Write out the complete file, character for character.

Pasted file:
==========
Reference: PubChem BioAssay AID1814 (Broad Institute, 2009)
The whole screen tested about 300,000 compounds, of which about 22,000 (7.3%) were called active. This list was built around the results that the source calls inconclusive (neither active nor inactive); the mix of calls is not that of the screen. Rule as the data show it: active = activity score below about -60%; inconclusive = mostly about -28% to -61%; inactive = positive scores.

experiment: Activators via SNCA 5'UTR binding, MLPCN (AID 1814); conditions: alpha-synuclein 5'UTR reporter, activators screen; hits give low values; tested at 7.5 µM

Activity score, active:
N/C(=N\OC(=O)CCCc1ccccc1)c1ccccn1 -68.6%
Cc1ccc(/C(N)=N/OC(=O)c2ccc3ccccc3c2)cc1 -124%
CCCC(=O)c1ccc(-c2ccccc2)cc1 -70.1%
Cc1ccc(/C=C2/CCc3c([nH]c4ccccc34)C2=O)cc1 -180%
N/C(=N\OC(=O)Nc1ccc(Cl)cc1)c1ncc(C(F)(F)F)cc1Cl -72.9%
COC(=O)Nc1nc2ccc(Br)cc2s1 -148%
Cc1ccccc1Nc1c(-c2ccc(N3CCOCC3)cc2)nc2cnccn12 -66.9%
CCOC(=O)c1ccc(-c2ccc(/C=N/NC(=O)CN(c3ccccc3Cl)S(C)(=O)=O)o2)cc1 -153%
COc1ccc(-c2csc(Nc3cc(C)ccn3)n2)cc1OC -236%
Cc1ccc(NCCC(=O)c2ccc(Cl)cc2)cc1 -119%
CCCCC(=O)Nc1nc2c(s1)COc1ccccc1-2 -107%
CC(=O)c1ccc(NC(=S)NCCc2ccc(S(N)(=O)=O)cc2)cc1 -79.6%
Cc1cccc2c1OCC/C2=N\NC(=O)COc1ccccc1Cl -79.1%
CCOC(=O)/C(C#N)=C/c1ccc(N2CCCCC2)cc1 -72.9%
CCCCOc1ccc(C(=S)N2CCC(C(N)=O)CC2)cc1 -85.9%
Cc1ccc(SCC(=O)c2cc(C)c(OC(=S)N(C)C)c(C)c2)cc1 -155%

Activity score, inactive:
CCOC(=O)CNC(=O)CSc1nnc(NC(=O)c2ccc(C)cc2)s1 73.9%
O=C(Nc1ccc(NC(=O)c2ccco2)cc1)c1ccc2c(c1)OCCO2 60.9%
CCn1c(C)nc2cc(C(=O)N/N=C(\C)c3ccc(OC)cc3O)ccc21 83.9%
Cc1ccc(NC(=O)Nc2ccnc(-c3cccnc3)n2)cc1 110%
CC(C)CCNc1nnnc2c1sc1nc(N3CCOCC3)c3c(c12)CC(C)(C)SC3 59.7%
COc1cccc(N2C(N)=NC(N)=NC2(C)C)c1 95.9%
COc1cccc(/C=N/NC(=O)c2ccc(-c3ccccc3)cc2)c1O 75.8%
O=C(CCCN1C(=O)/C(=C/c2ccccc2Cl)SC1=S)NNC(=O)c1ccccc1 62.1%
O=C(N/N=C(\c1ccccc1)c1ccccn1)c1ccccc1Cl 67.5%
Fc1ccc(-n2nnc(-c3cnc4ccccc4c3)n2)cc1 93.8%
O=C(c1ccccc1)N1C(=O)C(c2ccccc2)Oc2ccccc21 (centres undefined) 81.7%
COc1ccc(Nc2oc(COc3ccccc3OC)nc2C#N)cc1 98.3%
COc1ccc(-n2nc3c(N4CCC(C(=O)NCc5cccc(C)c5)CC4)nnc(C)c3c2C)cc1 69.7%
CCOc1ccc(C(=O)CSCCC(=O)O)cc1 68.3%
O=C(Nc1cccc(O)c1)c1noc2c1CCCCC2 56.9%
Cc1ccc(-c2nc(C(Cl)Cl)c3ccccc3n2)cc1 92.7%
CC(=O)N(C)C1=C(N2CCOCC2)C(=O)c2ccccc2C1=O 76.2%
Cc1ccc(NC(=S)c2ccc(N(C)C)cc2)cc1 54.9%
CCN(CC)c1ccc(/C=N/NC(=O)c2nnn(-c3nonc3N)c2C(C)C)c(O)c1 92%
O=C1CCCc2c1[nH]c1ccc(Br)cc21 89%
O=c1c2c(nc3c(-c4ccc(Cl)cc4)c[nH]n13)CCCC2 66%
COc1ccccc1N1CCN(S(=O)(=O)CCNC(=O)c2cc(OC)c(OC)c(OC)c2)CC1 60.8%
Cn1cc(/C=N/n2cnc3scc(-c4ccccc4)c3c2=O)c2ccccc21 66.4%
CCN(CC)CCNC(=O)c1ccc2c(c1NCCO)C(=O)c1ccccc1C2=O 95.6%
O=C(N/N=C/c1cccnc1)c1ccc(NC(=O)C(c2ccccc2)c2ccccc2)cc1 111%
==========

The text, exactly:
Reference: PubChem BioAssay AID1814 (Broad Institute, 2009)
The whole screen tested about 300,000 compounds, of which about 22,000 (7.3%) were called active. This list was built around the results that the source calls inconclusive (neither active nor inactive); the mix of calls is not that of the screen. Rule as the data show it: active = activity score below about -60%; inconclusive = mostly about -28% to -61%; inactive = positive scores.

experiment: Activators via SNCA 5'UTR binding, MLPCN (AID 1814); conditions: alpha-synuclein 5'UTR reporter, activators screen; hits give low values; tested at 7.5 µM

Activity score, active:
N/C(=N\OC(=O)CCCc1ccccc1)c1ccccn1 -68.6%
Cc1ccc(/C(N)=N/OC(=O)c2ccc3ccccc3c2)cc1 -124%
CCCC(=O)c1ccc(-c2ccccc2)cc1 -70.1%
Cc1ccc(/C=C2/CCc3c([nH]c4ccccc34)C2=O)cc1 -180%
N/C(=N\OC(=O)Nc1ccc(Cl)cc1)c1ncc(C(F)(F)F)cc1Cl -72.9%
COC(=O)Nc1nc2ccc(Br)cc2s1 -148%
Cc1ccccc1Nc1c(-c2ccc(N3CCOCC3)cc2)nc2cnccn12 -66.9%
CCOC(=O)c1ccc(-c2ccc(/C=N/NC(=O)CN(c3ccccc3Cl)S(C)(=O)=O)o2)cc1 -153%
COc1ccc(-c2csc(Nc3cc(C)ccn3)n2)cc1OC -236%
Cc1ccc(NCCC(=O)c2ccc(Cl)cc2)cc1 -119%
CCCCC(=O)Nc1nc2c(s1)COc1ccccc1-2 -107%
CC(=O)c1ccc(NC(=S)NCCc2ccc(S(N)(=O)=O)cc2)cc1 -79.6%
Cc1cccc2c1OCC/C2=N\NC(=O)COc1ccccc1Cl -79.1%
CCOC(=O)/C(C#N)=C/c1ccc(N2CCCCC2)cc1 -72.9%
CCCCOc1ccc(C(=S)N2CCC(C(N)=O)CC2)cc1 -85.9%
Cc1ccc(SCC(=O)c2cc(C)c(OC(=S)N(C)C)c(C)c2)cc1 -155%

Activity score, inactive:
CCOC(=O)CNC(=O)CSc1nnc(NC(=O)c2ccc(C)cc2)s1 73.9%
O=C(Nc1ccc(NC(=O)c2ccco2)cc1)c1ccc2c(c1)OCCO2 60.9%
CCn1c(C)nc2cc(C(=O)N/N=C(\C)c3ccc(OC)cc3O)ccc21 83.9%
Cc1ccc(NC(=O)Nc2ccnc(-c3cccnc3)n2)cc1 110%
CC(C)CCNc1nnnc2c1sc1nc(N3CCOCC3)c3c(c12)CC(C)(C)SC3 59.7%
COc1cccc(N2C(N)=NC(N)=NC2(C)C)c1 95.9%
COc1cccc(/C=N/NC(=O)c2ccc(-c3ccccc3)cc2)c1O 75.8%
O=C(CCCN1C(=O)/C(=C/c2ccccc2Cl)SC1=S)NNC(=O)c1ccccc1 62.1%
O=C(N/N=C(\c1ccccc1)c1ccccn1)c1ccccc1Cl 67.5%
Fc1ccc(-n2nnc(-c3cnc4ccccc4c3)n2)cc1 93.8%
O=C(c1ccccc1)N1C(=O)C(c2ccccc2)Oc2ccccc21 (centres undefined) 81.7%
COc1ccc(Nc2oc(COc3ccccc3OC)nc2C#N)cc1 98.3%
COc1ccc(-n2nc3c(N4CCC(C(=O)NCc5cccc(C)c5)CC4)nnc(C)c3c2C)cc1 69.7%
CCOc1ccc(C(=O)CSCCC(=O)O)cc1 68.3%
O=C(Nc1cccc(O)c1)c1noc2c1CCCCC2 56.9%
Cc1ccc(-c2nc(C(Cl)Cl)c3ccccc3n2)cc1 92.7%
CC(=O)N(C)C1=C(N2CCOCC2)C(=O)c2ccccc2C1=O 76.2%
Cc1ccc(NC(=S)c2ccc(N(C)C)cc2)cc1 54.9%
CCN(CC)c1ccc(/C=N/NC(=O)c2nnn(-c3nonc3N)c2C(C)C)c(O)c1 92%
O=C1CCCc2c1[nH]c1ccc(Br)cc21 89%
O=c1c2c(nc3c(-c4ccc(Cl)cc4)c[nH]n13)CCCC2 66%
COc1ccccc1N1CCN(S(=O)(=O)CCNC(=O)c2cc(OC)c(OC)c(OC)c2)CC1 60.8%
Cn1cc(/C=N/n2cnc3scc(-c4ccccc4)c3c2=O)c2ccccc21 66.4%
CCN(CC)CCNC(=O)c1ccc2c(c1NCCO)C(=O)c1ccccc1C2=O 95.6%
O=C(N/N=C/c1cccnc1)c1ccc(NC(=O)C(c2ccccc2)c2ccccc2)cc1 111%